IT’S NOT WHAT YOU SAY, BUT HOW YOU SAY IT THAT COUNTS

I assume many of you have noted the significance of words used by the politicians in describing the impeachment proceedings that has continuously been in the news. My friend, Rhode Island attorney Mark Mandell has written and lectured on the subject of the importance of words we use or “framing” in communicating with people about issues. How we describe something has great significance on the impression and reaction of our listeners. This is a very important principle in trial communications.

Recently the New York Times wrote an article about the vocabulary used by House Democrats regarding the impeachment issue that illustrates this point. From the beginning, the choice of “quid pro quo” to describe the claimed unlawful acts of President Trump and his dealings with the leader of Ukraine has been confusing in its apparent significance. How many Americans had ever even heard the term before the news media began continuously using the phrase in their reporting? Even lawyers,who would have an understanding of the term, would likely find that description less than dramatic or shocking. After all, “this for that” is hardly a well-known description of obvious wrongdoing.

Apparently, after days of continuous use of the innocuous Latin phrase, House Democrats recognized this truth. They have now decided to substitute “extortion and bribery” to replace the phrase. Responding to Republican claims that there was no wrongdoing because Mr. Trump eventually released most of the military aid, Speaker Nancy Pelosi referred to the action as “extortion.” She said:

“The fact is, the aid was only released after the whistle-blower exposed the truth of presidents extortion and bribery,” she wrote in a letter to her Democratic colleagues,.

Clearly, these words are totally more sinister then to argue “there was a quid pro quo.” The newspaper article reports that focus groups were conducted by House Democrats and they revealed that the obscure Latin phrase wasn’t communicating any serious wrongdoing to voters. As a result they are trying to change their language and the framing of the issue.

The other issue has been the description of what is going on and why it’s going on. To start with there has been a failure on the part of the Democrats to accurately describe what they say happened. The reports of the events have described a demand by Mr. Trump to the president of Ukraine to launch an investigation of his political rival Joe Biden and his son in exchange for the release of military aid that Congress had approved as well as to arrange a visit to the White House. In fact, the evidence is not that the demand was for an actual investigation, but rather that the president simply publicly announce that such an investigation would be launched with no obligation to actually do it. It was the publicity about it that was the goal and not an actual investigation. Furthermore, the impeachment process itself has been confused in the reporting. The process actually involves first an inquiry, then the decision to file articles of impeachment to remove him from office if justified, and then the hearing or trial itself to decide if it should be done. Yet, the entire series of events has been loosely described as “impeachment.” The focus group studies and other investigation by Democrats revealed that voters were much more comfortable with the word “inquiry” then with “impeachment” or “removal.” Framing counts.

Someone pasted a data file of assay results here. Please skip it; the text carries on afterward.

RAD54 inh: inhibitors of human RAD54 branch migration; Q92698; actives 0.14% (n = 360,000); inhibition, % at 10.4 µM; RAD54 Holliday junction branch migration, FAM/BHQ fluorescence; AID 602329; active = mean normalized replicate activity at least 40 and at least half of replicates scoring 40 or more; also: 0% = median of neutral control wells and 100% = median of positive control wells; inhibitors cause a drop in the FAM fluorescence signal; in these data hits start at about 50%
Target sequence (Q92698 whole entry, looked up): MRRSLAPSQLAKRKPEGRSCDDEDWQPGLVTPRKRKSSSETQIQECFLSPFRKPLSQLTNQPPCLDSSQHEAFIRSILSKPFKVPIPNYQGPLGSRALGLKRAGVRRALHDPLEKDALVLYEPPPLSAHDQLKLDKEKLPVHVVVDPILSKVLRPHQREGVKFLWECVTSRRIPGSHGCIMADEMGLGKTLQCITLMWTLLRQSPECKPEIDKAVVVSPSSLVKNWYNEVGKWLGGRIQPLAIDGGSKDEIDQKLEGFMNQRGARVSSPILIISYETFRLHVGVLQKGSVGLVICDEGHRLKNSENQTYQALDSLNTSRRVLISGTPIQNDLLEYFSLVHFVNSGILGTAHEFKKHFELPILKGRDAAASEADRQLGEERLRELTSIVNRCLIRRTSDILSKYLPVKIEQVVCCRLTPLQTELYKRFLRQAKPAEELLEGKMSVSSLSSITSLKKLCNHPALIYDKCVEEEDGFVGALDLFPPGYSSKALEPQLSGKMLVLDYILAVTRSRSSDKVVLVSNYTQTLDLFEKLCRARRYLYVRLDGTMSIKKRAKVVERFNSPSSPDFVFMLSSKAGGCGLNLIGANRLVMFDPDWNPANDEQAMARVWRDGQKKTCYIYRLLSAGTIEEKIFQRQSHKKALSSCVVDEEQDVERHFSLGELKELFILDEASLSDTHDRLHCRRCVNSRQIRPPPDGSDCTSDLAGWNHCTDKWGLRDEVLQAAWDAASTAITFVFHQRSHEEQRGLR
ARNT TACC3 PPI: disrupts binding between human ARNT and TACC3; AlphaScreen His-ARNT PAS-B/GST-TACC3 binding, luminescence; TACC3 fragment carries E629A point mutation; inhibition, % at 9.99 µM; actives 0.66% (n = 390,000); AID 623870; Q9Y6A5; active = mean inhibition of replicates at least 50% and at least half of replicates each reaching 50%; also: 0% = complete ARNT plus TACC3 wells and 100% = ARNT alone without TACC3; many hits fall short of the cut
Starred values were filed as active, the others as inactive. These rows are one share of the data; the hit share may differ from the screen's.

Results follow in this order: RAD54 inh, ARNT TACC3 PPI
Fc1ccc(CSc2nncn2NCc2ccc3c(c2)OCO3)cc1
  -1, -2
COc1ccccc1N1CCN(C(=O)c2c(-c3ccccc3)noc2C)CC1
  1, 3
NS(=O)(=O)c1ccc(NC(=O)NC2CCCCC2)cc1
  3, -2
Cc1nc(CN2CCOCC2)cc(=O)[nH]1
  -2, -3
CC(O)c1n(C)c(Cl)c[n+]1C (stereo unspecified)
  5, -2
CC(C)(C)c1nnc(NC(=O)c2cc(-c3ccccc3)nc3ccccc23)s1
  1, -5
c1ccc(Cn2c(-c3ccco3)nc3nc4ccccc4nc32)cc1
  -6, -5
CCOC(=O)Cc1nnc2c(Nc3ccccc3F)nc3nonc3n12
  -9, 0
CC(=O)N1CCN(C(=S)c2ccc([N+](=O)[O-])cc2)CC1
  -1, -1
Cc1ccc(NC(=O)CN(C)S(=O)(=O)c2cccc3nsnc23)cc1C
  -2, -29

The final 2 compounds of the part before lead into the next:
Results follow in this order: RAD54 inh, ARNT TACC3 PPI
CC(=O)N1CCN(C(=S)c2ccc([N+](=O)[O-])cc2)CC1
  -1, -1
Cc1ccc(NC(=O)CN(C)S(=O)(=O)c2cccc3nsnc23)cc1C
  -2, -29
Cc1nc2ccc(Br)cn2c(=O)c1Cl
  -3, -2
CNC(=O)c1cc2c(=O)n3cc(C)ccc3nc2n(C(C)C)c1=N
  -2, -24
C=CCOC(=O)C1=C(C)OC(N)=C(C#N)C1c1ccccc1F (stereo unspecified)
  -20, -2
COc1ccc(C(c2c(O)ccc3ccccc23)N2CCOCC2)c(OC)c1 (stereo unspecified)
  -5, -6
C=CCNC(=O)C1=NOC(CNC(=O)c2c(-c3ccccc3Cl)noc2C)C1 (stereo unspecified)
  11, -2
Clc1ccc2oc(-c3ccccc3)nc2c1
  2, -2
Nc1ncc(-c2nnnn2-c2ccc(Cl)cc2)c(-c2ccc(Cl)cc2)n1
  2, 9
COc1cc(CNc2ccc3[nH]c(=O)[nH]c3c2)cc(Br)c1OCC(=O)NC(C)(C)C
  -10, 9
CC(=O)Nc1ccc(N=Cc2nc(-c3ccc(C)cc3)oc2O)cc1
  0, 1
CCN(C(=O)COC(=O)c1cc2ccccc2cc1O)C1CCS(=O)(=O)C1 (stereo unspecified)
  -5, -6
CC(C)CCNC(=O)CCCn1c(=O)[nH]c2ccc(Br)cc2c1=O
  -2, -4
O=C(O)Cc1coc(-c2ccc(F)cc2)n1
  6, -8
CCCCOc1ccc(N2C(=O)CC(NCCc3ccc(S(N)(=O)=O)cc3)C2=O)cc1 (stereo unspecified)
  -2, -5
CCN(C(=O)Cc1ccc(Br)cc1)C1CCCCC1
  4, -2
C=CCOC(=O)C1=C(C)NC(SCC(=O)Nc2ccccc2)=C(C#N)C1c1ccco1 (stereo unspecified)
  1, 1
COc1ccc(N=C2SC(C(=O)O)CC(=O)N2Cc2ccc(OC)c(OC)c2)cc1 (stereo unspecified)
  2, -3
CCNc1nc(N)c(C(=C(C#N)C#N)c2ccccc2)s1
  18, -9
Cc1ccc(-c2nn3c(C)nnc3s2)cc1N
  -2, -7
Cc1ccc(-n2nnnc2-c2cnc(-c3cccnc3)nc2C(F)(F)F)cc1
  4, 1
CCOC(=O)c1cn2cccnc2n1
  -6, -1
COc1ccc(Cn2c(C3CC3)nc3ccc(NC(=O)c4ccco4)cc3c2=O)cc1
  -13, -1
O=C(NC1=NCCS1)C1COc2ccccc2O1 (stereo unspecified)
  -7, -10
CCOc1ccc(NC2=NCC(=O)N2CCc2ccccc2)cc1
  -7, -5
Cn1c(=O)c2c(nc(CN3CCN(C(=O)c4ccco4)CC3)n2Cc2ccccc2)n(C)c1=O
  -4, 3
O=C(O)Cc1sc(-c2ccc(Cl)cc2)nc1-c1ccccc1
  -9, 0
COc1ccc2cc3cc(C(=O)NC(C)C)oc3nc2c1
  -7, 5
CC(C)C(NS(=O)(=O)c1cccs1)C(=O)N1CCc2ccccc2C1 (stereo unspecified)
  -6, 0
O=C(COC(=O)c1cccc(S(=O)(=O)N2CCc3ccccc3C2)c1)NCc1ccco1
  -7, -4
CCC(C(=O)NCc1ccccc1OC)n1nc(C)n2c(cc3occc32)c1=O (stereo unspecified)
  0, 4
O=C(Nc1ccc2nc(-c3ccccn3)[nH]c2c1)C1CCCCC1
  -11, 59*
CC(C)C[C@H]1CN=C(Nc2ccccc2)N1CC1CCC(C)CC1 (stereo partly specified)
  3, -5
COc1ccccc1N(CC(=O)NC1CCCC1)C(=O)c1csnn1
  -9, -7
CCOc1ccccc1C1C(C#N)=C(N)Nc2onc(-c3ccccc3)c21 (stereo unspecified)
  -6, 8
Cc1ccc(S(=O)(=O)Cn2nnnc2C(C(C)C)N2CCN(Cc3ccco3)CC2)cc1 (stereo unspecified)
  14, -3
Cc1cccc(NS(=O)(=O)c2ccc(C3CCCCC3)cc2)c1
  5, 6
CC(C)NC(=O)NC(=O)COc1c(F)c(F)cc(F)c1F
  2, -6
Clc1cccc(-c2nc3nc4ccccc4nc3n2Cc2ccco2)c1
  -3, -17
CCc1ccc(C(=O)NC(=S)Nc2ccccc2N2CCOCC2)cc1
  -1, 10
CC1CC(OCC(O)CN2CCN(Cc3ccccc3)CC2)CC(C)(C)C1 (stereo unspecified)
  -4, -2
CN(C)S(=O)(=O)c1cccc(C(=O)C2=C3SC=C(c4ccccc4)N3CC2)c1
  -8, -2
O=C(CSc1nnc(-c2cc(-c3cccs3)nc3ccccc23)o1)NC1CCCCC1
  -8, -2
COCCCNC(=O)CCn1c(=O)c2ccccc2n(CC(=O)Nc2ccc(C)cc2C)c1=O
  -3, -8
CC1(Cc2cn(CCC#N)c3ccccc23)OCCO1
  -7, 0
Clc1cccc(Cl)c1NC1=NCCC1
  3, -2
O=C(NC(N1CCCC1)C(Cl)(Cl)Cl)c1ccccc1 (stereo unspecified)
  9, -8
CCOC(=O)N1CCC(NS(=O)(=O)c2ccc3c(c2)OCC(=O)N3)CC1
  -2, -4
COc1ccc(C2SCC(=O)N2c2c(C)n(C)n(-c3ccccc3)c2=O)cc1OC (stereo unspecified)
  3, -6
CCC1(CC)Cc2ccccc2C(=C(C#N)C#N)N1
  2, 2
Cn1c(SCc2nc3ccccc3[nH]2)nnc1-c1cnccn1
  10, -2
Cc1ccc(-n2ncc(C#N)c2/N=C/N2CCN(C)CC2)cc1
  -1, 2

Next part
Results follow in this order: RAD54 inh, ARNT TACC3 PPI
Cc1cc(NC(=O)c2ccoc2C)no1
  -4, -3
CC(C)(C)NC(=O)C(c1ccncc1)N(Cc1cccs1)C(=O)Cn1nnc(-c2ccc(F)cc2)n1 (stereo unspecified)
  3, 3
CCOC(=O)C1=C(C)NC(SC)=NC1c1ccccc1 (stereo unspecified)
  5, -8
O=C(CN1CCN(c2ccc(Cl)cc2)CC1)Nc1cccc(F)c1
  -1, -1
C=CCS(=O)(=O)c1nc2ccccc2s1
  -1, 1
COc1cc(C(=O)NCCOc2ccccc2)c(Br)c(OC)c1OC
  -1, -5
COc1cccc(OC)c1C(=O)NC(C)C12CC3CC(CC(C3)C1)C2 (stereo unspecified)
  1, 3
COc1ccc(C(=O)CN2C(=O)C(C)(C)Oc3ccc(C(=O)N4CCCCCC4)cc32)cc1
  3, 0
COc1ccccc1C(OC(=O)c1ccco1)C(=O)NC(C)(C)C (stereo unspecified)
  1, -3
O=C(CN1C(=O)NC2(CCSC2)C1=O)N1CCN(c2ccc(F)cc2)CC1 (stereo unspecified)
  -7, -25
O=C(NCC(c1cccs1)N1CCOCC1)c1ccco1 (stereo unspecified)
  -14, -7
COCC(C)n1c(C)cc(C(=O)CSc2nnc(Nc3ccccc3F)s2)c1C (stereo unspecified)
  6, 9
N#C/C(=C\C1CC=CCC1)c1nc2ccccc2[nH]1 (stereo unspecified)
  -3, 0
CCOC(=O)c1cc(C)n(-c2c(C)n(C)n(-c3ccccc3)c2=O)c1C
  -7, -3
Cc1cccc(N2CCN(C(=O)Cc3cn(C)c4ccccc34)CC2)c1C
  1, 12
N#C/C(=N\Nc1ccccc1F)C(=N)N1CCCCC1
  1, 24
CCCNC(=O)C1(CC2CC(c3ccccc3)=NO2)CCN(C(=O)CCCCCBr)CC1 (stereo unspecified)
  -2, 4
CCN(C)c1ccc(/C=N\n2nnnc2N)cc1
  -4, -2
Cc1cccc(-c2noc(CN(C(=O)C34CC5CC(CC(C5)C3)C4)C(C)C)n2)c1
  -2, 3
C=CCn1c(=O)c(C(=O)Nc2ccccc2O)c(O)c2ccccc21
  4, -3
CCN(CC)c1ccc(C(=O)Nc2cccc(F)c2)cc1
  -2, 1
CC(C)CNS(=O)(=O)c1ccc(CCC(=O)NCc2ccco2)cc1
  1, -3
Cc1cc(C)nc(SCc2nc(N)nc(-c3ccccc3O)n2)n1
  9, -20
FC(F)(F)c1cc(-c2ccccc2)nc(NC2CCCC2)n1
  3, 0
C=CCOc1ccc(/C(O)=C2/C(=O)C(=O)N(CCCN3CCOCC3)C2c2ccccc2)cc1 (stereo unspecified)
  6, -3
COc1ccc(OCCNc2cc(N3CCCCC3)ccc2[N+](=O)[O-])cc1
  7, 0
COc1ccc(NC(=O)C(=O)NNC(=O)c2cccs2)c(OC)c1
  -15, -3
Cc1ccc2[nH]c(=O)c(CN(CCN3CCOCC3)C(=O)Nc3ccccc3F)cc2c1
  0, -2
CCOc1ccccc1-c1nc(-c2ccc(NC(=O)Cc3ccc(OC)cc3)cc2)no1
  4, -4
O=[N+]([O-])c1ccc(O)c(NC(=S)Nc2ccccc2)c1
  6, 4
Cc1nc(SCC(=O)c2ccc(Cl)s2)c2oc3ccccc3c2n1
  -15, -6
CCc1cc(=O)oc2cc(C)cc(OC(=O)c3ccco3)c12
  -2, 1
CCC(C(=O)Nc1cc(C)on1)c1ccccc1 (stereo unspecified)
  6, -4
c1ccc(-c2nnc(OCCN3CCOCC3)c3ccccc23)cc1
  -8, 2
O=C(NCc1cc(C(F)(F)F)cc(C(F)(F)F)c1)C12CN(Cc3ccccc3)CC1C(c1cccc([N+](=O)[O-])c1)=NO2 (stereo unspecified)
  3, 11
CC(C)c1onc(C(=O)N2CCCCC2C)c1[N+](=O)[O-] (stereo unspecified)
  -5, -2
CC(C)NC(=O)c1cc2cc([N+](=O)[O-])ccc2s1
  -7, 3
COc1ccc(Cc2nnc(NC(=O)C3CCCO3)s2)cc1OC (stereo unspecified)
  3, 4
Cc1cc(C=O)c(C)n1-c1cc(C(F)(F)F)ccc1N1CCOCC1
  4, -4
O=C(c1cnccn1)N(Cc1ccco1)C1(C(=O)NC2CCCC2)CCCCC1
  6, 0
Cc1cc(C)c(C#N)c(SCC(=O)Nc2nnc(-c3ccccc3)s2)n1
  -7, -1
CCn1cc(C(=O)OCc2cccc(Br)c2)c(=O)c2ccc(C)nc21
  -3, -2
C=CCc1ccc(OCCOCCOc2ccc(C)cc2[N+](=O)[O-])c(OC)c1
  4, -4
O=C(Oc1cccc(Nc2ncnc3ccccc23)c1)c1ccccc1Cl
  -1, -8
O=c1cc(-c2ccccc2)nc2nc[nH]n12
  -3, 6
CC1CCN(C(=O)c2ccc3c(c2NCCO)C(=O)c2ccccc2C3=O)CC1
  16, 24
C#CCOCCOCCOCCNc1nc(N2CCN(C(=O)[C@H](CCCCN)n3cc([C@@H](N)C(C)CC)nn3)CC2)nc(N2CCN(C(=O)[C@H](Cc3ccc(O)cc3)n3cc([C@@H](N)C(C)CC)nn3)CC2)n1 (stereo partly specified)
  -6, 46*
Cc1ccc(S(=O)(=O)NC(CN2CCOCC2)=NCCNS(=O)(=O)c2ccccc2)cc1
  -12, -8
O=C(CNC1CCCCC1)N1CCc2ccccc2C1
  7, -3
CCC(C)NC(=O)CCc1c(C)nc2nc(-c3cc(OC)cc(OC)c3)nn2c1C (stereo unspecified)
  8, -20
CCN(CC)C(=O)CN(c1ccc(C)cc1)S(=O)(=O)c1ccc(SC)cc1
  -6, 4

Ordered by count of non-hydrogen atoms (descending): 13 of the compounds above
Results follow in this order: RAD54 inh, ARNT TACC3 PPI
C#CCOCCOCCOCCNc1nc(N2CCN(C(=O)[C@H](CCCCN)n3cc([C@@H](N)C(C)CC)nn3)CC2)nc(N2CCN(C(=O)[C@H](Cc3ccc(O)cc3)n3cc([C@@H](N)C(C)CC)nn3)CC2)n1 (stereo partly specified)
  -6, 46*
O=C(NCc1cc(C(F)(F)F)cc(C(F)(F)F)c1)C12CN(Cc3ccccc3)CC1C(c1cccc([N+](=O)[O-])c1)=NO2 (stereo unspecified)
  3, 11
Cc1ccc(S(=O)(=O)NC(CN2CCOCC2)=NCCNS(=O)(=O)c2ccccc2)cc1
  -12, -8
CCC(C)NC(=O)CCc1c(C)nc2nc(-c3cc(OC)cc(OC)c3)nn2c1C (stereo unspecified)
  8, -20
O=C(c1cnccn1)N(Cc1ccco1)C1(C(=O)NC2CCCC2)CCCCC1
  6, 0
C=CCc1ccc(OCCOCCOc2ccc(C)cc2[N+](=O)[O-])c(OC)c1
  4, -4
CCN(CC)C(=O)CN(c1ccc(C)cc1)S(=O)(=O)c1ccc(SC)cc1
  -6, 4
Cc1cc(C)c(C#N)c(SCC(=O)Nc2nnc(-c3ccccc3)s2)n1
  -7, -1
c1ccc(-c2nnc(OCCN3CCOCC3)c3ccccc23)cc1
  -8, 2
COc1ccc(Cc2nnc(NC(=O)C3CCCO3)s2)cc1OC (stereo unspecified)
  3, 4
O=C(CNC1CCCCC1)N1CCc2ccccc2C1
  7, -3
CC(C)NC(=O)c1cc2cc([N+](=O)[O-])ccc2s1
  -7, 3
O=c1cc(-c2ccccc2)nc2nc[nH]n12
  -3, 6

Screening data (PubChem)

The investigation also revealed that phrases like” for political gain,” “abuse of power” and “no one is above the law” and real significance for voters. Democratic leaders have urged their colleagues to “keep the language simple, direct and value-based.” Not only is that accurate advice for politicians, it is excellent advice for trial lawyers as well.

The recommendation was that phrases like “abused his power and put himself above the law” when talking about Mr. Trump should be used. It was also suggested that Democrats should should describe Republicans who oppose the inquiry as “failing to fulfill their oath of office.” The goal is to “emphasize the core value that no one is above the law.” These phrases communicate a clear meaning of wrongful conduct. After weeks of media attention to the issue Democrats have finally realized that they should abandon the Latin quid pro quo for words that mean something to people.

We are in a profession that calls for clear and understandable communication in the persuasion of our causes. Understanding the power and significance of framing is an essential part of this process. We must remember it’s not what we say but how we say it that counts.






About Paul Luvera

Plaintiff trial lawyer for 50 years. Past President of the Inner Circle of Advocates & Washington State Trial Lawyers Association. Member American Board of Trial Advocates, American College of Trial Lawyers, International Academy, International Society of Barristers, member of the National Trial Lawyers Hall of Fame & speaker at Spence Trial College
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